The Federal Board of Revenue (FBR) has often been accused by traders and exporters for not clearing their tax refund dues, but their concerns have not gone unnoticed. From July last year to February 2020, FBR cleared over 3400 tax refund claims of exporters and traders, which for both FBR and the traders, is a very significant step.

Traders and exporters have often clashed with the government over these refunds; the argument is that exporting capabilities are limited when they are missing a big chunk of their funds due to FBR’s failure to provide refunds. Naturally, both the running costs of a business and the profit margin take a hit as a result.

The traders are not wrong to demand tax refunds, specifically because failing to pay them by the government will only encourage those that look to dodge taxes, and give them ammunition against the whole tax collection exercise. By paying an estimated Rs70 billion during the last six months, the government has essentially indirectly facilitated all manner of exports, and hopefully the traders will capitalise on this as soon as possible.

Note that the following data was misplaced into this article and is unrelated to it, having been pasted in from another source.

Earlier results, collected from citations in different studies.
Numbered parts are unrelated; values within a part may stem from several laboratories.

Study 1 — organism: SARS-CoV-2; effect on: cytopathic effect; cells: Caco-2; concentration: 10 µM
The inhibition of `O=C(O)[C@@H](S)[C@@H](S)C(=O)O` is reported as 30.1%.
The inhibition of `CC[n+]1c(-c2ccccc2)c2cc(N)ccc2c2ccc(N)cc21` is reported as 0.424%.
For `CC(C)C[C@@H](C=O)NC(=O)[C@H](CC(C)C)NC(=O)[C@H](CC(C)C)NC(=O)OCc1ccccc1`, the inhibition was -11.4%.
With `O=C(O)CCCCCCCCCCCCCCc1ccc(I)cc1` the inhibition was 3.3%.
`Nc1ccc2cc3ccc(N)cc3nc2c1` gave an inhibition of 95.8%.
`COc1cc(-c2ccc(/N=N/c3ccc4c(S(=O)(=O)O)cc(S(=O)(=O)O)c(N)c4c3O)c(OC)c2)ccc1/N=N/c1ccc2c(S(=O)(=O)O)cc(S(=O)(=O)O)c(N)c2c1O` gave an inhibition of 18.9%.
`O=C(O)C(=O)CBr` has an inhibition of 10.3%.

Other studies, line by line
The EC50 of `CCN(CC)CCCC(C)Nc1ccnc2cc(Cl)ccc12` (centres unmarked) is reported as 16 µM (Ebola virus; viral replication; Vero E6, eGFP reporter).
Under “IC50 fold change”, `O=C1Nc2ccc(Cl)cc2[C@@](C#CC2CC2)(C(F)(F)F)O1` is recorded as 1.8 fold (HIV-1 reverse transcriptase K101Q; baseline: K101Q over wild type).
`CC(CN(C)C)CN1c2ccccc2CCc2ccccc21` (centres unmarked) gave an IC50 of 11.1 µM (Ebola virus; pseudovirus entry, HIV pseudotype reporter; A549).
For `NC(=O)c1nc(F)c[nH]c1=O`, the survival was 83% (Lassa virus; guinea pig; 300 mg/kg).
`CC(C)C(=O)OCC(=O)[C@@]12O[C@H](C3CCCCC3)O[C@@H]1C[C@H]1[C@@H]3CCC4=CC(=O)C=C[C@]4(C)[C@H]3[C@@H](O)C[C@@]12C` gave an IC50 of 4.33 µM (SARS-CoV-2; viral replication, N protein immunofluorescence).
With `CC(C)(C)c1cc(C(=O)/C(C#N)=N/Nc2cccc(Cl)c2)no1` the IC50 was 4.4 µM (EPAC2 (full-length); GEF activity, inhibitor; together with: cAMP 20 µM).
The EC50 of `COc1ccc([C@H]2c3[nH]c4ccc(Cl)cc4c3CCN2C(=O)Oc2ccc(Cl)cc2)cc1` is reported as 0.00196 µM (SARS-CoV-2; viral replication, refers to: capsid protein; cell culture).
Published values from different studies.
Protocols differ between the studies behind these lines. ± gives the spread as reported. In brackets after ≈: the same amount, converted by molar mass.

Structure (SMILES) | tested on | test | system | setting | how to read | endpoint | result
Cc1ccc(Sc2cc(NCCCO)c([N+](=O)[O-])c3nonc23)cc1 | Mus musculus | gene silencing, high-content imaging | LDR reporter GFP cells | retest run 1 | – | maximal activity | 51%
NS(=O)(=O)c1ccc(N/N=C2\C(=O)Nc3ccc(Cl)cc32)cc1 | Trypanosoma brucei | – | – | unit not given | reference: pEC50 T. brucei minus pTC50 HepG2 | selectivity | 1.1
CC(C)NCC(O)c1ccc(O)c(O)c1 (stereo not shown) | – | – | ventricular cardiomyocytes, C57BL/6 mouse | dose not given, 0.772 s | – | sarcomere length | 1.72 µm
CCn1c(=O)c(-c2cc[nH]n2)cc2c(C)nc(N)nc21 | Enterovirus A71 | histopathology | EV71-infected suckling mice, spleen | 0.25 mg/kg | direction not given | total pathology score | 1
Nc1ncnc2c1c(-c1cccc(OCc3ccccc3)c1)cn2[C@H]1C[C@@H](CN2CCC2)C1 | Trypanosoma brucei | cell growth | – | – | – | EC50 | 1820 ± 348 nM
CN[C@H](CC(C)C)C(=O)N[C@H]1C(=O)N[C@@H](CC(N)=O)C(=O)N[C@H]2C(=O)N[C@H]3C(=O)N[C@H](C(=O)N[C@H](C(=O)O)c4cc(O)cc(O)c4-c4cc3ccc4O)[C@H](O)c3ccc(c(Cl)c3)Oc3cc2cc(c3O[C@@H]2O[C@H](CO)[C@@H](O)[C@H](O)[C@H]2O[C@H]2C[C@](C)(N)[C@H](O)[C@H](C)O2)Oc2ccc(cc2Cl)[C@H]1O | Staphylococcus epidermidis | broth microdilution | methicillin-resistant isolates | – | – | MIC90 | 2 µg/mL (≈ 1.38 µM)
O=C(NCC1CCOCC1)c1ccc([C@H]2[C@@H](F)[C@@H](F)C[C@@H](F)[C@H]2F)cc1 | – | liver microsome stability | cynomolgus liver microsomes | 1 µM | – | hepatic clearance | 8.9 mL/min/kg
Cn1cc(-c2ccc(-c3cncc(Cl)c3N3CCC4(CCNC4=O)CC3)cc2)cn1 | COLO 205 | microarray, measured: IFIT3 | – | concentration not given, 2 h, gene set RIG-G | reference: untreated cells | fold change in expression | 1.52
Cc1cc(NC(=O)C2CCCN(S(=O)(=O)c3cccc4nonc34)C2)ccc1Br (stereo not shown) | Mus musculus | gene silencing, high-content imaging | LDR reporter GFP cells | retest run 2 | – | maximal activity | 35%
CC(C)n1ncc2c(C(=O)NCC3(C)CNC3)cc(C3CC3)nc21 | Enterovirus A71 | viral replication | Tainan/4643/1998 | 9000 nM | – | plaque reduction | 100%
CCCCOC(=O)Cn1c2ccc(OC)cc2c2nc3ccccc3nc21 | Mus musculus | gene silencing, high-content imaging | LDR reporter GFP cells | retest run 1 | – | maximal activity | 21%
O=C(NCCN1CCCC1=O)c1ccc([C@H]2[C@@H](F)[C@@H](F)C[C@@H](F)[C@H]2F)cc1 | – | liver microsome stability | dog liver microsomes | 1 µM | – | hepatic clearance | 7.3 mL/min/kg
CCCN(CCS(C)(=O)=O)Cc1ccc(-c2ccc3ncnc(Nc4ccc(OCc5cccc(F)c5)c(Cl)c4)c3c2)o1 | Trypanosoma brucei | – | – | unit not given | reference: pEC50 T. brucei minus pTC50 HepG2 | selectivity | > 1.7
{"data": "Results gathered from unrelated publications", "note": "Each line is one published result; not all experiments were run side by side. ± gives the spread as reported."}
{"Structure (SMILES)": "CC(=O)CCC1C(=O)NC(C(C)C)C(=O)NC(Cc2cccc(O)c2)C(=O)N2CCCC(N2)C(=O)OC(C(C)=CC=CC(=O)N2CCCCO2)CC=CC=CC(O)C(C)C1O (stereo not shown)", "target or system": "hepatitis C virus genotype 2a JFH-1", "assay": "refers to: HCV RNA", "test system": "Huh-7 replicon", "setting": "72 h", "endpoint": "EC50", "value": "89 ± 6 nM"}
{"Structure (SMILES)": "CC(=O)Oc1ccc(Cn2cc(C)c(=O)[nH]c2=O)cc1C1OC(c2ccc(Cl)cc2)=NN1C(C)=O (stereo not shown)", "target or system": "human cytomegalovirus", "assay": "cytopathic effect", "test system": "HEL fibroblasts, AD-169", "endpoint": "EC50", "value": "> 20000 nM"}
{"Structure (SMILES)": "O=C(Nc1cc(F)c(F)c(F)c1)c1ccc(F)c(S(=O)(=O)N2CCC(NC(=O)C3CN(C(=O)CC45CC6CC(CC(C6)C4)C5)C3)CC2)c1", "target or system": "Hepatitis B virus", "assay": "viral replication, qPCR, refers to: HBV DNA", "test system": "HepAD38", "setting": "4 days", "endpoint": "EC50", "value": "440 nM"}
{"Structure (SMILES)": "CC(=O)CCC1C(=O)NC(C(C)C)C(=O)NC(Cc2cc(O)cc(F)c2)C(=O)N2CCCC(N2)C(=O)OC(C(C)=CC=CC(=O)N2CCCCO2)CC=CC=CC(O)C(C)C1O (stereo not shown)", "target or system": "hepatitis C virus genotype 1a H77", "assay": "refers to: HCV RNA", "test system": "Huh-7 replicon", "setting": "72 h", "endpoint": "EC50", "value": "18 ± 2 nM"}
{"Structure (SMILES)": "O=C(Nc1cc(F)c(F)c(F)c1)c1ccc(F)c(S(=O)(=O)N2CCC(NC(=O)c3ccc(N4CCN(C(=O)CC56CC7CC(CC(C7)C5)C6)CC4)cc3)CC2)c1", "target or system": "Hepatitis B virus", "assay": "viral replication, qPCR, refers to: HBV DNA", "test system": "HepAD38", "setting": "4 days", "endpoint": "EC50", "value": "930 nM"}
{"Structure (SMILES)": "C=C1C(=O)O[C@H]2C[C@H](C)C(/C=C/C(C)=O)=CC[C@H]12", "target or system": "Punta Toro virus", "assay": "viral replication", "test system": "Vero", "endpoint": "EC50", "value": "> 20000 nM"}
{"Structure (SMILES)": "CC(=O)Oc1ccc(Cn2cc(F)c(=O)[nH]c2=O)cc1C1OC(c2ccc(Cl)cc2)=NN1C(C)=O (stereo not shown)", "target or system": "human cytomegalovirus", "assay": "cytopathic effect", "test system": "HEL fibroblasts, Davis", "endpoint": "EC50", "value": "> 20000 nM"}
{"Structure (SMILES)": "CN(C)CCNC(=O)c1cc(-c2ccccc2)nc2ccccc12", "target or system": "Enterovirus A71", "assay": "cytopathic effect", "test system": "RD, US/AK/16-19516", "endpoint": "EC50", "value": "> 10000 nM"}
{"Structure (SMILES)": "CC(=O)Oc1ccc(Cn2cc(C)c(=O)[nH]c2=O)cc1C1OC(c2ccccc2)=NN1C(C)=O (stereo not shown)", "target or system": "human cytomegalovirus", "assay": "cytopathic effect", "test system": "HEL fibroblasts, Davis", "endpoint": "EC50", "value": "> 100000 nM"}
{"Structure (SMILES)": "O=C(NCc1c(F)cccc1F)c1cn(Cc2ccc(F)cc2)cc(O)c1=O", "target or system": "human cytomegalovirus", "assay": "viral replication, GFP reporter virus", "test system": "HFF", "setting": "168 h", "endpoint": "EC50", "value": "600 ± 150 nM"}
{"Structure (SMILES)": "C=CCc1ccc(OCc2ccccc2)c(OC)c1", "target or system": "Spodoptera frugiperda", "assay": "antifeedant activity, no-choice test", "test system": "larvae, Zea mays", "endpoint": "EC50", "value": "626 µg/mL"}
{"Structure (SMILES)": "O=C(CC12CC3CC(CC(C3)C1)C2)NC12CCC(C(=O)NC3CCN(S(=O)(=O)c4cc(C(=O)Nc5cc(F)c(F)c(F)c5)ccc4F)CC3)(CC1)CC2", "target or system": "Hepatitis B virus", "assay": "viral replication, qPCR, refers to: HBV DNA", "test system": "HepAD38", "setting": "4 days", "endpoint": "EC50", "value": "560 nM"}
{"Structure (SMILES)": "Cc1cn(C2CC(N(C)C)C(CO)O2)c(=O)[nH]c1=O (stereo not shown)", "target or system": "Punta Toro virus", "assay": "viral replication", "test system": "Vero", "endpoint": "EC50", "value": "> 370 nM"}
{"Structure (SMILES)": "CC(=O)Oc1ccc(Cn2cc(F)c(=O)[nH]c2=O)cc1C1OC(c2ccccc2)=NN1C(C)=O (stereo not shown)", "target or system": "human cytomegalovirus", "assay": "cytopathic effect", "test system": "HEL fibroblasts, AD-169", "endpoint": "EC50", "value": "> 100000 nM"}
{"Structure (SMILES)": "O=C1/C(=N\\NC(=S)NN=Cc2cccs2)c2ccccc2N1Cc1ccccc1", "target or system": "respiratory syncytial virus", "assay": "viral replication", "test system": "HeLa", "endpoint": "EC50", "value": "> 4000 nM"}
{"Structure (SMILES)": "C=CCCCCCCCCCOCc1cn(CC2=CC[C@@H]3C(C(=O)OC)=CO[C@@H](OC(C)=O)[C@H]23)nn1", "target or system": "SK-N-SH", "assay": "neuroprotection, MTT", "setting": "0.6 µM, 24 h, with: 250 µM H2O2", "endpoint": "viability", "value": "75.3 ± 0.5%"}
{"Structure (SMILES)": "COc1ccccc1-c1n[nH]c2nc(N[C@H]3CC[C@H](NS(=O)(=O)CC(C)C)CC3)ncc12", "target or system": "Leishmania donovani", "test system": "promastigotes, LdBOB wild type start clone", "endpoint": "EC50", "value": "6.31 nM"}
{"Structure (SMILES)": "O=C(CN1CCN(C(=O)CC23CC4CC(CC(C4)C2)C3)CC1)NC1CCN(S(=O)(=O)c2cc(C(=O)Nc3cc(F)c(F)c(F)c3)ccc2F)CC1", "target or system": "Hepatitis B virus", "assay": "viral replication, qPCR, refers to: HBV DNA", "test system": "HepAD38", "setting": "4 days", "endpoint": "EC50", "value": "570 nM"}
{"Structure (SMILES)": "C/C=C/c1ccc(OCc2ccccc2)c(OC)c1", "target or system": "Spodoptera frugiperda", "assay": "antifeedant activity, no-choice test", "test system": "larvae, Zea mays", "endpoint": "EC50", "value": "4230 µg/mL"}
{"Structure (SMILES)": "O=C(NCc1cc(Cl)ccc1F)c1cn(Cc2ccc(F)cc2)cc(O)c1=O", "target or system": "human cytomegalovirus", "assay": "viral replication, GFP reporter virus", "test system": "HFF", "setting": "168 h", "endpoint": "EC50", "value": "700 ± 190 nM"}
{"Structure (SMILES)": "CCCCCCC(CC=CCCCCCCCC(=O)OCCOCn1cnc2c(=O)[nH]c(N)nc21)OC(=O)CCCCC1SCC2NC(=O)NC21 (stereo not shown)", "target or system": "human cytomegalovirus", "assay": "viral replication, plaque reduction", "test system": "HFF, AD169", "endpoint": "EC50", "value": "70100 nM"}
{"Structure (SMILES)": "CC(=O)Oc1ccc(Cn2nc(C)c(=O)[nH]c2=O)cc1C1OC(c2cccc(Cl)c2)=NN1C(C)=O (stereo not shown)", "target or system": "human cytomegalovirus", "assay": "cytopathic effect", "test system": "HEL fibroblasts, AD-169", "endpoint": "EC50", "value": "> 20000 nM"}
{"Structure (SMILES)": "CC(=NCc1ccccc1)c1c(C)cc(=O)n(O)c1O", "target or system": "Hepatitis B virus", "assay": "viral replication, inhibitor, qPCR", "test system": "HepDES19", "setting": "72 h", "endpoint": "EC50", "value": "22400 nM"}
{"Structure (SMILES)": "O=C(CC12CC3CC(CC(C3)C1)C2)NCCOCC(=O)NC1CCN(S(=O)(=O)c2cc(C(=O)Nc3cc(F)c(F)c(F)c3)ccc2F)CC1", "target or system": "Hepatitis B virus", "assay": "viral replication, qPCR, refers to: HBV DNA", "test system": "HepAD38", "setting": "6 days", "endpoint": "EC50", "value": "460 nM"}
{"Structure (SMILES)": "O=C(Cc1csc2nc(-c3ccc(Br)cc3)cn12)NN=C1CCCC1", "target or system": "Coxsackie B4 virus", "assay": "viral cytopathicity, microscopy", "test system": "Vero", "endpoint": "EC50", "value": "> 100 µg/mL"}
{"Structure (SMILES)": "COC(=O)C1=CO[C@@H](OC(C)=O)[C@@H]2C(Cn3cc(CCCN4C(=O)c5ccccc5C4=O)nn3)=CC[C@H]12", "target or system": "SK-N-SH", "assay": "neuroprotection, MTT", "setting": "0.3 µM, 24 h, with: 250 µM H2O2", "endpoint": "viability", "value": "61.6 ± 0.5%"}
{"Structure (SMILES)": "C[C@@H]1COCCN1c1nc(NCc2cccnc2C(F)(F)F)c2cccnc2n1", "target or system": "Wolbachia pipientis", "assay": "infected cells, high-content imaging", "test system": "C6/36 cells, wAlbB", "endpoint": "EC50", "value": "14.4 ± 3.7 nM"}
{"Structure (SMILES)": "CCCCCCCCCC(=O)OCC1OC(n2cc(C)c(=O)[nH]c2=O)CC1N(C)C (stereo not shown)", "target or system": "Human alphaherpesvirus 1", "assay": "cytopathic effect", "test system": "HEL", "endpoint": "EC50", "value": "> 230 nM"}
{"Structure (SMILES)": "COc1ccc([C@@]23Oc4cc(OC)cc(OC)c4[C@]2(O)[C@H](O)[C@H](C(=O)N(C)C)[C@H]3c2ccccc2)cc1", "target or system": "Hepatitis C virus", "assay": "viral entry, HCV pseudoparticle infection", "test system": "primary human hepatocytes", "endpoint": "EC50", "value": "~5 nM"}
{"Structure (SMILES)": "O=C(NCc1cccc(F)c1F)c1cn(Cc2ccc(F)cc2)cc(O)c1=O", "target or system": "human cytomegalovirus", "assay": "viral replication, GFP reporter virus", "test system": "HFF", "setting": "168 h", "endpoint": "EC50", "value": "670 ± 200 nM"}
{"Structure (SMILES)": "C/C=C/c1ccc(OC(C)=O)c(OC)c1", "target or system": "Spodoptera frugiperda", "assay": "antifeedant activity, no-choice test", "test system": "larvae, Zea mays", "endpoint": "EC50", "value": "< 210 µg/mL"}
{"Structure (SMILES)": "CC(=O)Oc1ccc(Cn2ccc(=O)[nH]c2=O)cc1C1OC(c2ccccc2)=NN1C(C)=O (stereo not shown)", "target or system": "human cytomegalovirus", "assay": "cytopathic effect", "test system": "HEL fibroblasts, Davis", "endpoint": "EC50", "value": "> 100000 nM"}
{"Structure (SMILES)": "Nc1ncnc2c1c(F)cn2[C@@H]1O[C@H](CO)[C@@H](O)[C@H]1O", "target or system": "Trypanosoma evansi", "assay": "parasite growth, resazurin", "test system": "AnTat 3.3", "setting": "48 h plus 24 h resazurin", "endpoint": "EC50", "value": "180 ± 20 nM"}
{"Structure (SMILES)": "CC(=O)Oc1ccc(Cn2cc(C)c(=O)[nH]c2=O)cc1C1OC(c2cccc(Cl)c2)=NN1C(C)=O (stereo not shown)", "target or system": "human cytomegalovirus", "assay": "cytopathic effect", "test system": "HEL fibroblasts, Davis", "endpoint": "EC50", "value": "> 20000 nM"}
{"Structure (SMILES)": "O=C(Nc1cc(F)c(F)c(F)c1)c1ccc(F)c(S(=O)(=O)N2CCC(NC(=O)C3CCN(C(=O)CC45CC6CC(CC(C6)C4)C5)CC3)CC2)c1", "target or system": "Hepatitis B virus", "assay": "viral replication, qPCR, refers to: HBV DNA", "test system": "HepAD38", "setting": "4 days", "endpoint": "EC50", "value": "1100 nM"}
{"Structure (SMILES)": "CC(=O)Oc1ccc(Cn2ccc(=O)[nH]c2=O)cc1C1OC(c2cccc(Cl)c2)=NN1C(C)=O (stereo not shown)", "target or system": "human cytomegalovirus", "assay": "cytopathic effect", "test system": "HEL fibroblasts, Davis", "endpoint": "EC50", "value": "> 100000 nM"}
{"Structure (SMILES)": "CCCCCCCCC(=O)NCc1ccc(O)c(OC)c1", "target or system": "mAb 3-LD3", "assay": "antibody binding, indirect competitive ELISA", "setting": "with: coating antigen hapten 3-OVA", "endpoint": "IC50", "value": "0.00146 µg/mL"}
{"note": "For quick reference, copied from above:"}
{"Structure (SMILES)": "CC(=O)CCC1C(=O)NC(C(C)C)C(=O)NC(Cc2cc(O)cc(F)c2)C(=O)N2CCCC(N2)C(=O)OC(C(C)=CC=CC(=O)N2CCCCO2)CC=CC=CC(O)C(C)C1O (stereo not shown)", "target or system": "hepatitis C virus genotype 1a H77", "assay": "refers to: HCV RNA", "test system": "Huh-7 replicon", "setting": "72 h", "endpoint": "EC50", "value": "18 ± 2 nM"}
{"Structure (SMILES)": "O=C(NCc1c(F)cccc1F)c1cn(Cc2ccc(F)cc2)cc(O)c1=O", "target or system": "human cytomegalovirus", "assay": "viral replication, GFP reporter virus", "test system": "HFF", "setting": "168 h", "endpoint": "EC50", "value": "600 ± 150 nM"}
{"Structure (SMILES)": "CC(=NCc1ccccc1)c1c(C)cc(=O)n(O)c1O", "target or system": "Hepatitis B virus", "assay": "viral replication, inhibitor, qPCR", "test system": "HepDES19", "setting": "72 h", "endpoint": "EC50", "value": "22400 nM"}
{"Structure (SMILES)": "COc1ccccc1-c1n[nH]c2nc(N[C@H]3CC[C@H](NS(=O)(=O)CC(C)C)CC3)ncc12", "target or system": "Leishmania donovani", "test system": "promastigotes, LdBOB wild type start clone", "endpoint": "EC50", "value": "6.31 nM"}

Unfortunately, given that the world is currently grappling with a pandemic, the benefits of the FBR’s move might not be immediately noticeable. Borders are on lockdown; offices are closed globally and trade routes are no longer moving the same volume of commodities as before.

What is likely is that we will not see any evidence of improved export capability for the next few weeks, or at least until most markets move towards a sense of normalcy once the panic buying and the heavy quarantine in countries comes to an end. But this means that traders in the meanwhile should keep their cash reserves ready, keep meeting costs and look to export whenever the next opportunity presents itself.